4. Forced marriage- A forced marriage is a marriage where one or both participants are married, without their freely given consent. Forced marriage is a form of sexual slavery. Causes for forced marriages include customs such as bride price and dowry; poverty; the importance given to female premarital virginity; “family honour”; the fact that marriage is considered in certain communities a social arrangement between the extended families of the bride and groom; limited education and economic options; perceived protection of cultural or religious traditions; assisting immigration.

Health Implications:

Victims of sex trafficking are likely exposed to adverse conditions that can negatively affect their physical, mental, and emotional health. Physicians, nurses, midwives, and other healthcare providers can play critical roles in helping to identify victims of sex trafficking as a first step in providing both assistance and advocacy for affected women and girls. As a provider, one can play an essential role in providing interventions to improve physical and psychological health among victims and advocating on behalf of victims to help improve their social circumstances.

  1. Physical- Sex trafficking victims are particularly susceptible to sexually transmitted infections such as gonorrhoea, syphilis, urinary tract infections, and pubic lice. Human immunodeficiency virus/ AIDS infection is known to be prevalent. They may experience pelvic pain, vaginal/anal tearing, rectal trauma, and/or urinary difficulties as a result of commercial sex work. Sex trafficking victims are often physically abused and tortured. Providers should screen women and girls for physical injuries such as broken bones, bruises, burns, scars, and broken teeth/ dental problems.
  2. Psychological-Victims of sex trafficking may face moderate to severe psychological trauma from daily mental, emotional, and psychological abuse and torture. Post-traumatic stress disorder, acute anxiety, and depression are all common psychological issues among sex industry workers.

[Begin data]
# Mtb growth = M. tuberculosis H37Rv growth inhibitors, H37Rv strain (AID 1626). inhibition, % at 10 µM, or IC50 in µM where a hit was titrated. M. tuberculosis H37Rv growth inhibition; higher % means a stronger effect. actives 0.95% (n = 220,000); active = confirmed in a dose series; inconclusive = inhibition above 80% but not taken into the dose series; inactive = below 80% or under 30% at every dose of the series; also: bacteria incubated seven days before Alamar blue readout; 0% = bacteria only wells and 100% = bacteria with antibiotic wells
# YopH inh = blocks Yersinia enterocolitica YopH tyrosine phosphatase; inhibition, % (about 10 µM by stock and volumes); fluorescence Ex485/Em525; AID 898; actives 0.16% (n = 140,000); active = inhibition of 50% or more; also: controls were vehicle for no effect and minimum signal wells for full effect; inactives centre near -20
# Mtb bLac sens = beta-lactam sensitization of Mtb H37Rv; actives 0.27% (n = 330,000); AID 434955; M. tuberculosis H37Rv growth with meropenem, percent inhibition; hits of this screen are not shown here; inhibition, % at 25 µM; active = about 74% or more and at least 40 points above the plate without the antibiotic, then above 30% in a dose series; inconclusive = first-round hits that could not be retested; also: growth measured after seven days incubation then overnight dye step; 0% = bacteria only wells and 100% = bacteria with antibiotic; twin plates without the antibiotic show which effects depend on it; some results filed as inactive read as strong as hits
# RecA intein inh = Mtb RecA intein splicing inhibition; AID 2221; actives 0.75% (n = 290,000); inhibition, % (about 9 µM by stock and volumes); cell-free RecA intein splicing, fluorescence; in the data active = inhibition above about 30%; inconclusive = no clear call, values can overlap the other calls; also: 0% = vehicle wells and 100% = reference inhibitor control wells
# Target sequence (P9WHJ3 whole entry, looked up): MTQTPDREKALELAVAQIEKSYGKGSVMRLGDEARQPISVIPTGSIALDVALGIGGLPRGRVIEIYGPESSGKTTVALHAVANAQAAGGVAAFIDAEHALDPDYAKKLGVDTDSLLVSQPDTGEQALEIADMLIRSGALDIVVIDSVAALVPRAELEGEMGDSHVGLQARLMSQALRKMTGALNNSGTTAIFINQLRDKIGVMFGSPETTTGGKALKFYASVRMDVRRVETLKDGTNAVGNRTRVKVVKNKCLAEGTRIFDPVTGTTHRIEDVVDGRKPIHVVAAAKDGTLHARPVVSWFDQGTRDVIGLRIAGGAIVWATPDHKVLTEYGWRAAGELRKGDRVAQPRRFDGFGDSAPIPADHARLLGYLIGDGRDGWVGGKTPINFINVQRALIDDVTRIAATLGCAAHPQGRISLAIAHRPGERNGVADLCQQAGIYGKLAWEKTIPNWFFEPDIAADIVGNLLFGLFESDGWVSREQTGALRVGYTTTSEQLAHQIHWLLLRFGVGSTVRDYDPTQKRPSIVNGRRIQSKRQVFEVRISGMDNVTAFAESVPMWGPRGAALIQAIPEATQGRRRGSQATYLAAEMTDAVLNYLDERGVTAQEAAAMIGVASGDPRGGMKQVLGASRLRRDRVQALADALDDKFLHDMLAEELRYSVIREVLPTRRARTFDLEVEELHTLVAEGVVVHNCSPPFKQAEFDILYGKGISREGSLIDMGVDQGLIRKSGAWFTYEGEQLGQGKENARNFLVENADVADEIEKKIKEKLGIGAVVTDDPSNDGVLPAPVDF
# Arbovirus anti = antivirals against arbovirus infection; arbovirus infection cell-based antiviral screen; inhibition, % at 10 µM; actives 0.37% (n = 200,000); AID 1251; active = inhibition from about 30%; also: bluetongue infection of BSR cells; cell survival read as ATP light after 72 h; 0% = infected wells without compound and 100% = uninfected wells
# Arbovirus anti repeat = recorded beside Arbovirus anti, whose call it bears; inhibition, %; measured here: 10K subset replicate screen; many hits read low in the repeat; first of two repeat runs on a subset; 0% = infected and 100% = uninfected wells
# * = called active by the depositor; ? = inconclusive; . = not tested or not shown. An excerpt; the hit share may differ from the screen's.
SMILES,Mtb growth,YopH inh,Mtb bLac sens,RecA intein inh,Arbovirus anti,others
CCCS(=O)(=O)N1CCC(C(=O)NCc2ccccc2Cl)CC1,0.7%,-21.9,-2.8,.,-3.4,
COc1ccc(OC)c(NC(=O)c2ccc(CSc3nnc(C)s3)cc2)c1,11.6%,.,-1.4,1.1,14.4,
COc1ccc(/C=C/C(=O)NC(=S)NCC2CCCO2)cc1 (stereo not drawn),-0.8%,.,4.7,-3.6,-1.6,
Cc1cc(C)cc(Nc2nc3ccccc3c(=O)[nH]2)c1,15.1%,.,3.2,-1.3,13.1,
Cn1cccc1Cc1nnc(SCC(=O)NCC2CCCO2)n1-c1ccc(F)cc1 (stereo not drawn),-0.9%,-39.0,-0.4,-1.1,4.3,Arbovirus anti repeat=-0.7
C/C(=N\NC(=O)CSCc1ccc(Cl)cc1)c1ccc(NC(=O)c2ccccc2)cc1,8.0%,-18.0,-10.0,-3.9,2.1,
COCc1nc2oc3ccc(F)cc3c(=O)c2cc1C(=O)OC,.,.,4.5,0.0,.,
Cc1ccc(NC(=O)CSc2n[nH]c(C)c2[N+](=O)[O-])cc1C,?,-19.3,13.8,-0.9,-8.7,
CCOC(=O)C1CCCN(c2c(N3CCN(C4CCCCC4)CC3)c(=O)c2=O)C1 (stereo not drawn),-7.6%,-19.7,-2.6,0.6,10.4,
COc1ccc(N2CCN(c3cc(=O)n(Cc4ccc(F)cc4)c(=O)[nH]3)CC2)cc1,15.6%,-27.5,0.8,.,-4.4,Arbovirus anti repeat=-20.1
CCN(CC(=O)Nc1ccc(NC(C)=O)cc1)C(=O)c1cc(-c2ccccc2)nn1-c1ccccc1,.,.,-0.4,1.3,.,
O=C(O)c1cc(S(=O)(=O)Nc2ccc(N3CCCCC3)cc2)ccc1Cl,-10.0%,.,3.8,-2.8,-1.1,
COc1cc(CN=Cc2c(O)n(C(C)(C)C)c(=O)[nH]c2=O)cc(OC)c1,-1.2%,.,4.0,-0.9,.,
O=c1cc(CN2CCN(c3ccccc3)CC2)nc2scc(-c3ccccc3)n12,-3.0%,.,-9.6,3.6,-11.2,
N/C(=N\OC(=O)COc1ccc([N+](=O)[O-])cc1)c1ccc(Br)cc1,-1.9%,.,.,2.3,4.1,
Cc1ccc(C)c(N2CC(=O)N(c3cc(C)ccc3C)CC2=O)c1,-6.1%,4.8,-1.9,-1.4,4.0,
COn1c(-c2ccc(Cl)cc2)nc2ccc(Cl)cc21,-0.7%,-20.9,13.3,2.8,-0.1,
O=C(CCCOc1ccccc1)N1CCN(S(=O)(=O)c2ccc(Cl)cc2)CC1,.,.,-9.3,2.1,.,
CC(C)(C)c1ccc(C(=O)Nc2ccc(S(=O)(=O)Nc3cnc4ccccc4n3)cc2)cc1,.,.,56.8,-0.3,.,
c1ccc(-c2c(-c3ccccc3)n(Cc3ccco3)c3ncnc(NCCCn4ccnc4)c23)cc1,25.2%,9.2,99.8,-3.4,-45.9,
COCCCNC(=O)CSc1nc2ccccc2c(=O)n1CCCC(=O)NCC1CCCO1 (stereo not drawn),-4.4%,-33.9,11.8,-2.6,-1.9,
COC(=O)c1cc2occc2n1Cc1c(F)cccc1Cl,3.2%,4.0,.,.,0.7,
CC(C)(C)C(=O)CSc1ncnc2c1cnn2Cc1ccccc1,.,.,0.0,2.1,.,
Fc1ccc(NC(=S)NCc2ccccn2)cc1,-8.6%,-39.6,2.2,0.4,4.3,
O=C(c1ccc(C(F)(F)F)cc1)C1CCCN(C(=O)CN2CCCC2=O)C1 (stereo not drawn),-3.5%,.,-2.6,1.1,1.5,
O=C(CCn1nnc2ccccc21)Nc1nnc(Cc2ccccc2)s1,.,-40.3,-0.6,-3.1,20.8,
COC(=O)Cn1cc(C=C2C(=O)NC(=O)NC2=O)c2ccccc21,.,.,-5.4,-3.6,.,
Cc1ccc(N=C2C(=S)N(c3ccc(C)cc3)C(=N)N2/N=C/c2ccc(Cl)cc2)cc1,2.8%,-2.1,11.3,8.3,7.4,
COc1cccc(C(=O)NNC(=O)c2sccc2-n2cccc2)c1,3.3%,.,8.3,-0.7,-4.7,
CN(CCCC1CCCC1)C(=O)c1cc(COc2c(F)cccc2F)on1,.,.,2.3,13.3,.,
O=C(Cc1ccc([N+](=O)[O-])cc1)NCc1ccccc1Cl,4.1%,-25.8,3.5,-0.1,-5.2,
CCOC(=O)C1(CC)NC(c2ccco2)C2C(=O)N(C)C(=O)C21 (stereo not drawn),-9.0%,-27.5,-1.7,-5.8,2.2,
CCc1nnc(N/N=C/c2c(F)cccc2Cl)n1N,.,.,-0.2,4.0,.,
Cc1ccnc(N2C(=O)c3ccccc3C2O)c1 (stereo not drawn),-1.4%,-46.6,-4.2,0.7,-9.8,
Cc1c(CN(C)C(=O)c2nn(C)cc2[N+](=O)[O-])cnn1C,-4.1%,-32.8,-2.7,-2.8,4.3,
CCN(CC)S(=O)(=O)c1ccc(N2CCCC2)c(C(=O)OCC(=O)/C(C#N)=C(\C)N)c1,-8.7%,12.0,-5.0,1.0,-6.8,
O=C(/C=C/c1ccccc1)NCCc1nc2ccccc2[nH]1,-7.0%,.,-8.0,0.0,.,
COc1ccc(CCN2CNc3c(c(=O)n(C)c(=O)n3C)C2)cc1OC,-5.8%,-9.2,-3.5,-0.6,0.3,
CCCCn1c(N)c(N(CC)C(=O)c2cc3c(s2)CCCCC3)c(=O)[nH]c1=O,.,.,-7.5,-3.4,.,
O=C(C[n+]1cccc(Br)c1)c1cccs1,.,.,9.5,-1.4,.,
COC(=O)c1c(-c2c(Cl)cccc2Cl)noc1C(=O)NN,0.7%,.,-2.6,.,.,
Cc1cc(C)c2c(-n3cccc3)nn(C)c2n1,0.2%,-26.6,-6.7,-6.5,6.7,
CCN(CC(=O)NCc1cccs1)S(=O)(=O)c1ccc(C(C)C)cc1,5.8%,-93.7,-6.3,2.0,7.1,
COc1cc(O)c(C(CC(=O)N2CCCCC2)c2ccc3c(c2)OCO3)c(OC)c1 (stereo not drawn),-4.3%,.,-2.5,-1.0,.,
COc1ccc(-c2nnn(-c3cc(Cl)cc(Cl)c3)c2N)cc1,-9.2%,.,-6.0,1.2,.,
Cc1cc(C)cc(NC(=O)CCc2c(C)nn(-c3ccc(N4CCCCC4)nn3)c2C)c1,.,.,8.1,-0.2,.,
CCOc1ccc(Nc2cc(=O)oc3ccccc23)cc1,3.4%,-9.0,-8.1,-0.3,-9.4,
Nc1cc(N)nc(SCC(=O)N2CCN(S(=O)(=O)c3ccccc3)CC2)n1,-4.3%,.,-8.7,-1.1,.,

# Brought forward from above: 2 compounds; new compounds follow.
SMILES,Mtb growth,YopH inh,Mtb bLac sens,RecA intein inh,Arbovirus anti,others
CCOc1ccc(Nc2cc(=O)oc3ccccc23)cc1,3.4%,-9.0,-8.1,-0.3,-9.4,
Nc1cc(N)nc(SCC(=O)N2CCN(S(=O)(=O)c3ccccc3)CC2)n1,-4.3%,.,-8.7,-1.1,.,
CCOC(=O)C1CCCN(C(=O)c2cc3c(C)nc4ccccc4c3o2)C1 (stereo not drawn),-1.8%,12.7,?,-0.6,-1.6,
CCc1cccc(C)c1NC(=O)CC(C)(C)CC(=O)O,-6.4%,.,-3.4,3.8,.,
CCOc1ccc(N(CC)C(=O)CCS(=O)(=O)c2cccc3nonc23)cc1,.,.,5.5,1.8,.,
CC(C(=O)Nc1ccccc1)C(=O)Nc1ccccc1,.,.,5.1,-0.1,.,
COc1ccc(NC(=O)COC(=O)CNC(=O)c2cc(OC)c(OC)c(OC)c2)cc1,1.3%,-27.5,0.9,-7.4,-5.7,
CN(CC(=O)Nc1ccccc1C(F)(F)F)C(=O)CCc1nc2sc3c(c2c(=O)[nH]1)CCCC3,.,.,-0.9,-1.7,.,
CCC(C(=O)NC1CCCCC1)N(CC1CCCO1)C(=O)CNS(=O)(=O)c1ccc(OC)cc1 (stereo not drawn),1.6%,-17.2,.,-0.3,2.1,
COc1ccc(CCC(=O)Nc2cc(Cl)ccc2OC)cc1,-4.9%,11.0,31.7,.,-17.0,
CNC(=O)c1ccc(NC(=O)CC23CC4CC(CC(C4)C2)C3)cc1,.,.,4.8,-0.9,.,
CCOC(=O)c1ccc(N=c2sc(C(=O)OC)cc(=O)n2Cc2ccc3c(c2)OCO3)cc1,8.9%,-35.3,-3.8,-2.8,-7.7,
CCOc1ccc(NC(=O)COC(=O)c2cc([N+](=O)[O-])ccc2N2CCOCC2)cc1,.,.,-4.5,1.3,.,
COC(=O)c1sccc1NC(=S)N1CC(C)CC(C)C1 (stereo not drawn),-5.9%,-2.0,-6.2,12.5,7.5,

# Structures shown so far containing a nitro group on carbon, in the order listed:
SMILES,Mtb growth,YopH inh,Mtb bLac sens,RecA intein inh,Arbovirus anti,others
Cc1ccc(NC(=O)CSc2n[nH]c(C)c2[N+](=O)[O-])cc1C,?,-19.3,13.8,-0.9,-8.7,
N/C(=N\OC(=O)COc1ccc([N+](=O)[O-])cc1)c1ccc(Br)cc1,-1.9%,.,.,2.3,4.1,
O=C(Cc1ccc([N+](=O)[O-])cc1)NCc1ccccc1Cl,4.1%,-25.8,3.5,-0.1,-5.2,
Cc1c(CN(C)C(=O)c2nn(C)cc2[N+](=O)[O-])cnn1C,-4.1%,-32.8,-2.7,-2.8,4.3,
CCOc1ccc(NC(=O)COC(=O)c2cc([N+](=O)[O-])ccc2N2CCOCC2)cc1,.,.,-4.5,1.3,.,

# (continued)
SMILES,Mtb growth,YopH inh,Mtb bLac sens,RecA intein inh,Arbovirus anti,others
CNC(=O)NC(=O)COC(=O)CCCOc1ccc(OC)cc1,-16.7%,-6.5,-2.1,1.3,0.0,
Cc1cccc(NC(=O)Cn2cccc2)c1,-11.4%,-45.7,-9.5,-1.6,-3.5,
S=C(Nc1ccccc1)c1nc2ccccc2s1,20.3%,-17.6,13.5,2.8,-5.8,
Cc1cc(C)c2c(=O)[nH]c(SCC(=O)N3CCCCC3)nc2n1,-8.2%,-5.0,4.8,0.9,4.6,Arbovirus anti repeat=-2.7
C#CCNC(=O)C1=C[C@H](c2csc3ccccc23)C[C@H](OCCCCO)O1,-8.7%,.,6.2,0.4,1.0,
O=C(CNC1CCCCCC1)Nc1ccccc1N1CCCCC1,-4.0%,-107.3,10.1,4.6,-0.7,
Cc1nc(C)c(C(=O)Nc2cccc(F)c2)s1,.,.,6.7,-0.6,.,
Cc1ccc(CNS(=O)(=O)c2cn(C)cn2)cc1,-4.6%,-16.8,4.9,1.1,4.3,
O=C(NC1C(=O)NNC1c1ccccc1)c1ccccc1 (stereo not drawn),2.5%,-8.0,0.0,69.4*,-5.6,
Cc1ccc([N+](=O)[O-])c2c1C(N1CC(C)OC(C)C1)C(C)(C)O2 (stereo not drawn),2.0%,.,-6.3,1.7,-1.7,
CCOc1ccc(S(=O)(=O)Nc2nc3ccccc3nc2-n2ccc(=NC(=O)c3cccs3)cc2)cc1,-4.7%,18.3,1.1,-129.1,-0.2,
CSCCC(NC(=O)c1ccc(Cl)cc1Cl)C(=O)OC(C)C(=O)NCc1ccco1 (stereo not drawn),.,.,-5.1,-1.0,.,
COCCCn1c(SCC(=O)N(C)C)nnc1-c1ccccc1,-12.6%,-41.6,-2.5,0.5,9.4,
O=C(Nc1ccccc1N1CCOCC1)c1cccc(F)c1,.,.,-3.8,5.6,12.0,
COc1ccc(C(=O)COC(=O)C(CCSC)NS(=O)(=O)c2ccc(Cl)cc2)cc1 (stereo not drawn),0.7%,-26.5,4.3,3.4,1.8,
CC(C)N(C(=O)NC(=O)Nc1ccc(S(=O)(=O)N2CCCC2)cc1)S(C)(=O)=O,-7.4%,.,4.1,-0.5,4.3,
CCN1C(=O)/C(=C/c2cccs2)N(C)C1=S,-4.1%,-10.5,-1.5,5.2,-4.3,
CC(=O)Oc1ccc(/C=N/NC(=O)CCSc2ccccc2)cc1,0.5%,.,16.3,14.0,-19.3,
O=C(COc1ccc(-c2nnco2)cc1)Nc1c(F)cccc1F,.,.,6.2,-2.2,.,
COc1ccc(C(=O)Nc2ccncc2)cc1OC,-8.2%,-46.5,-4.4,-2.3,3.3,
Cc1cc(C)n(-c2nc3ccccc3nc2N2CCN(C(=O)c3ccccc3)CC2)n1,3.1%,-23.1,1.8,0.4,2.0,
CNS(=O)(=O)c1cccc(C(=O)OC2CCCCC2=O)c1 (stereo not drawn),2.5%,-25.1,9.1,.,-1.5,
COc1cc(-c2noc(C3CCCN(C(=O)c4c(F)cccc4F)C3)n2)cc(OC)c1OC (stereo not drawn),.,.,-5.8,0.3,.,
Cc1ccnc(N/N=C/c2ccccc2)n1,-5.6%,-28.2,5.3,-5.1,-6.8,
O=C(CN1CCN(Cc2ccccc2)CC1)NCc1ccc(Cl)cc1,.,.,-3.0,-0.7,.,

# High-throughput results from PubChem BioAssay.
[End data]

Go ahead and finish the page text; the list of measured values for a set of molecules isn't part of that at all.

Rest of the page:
3. Social- Although there are insufficient data that report the social effects of sex trafficking, anecdotal evidence suggests that victims have a greater prevalence of illiteracy, homelessness, poverty, and societal isolation. Trafficked women engaging in sex work tend to have fewer resources, limited options, and increased vulnerability to violence and abuse than women who are not trafficked.

conclusion:

Victims of sex trafficking acquire adverse physical and psychological health conditions and social disadvantages. Thus, sex trafficking is a critical health issue with broader social implications that requires both medical and legal attention. Healthcare professionals can work to improve the screening, identification, and assistance of victims of sex trafficking in a clinical setting and help these women and girls access legal and social services.

 Sex trafficking involves some form of forced or coerced sexual exploitation that is not limited to prostitution, and has become a significant and growing problem in both the United States and the larger global community. The costs to society include the degradation of human and women’s rights, poor public health, disrupted communities, and diminished social development.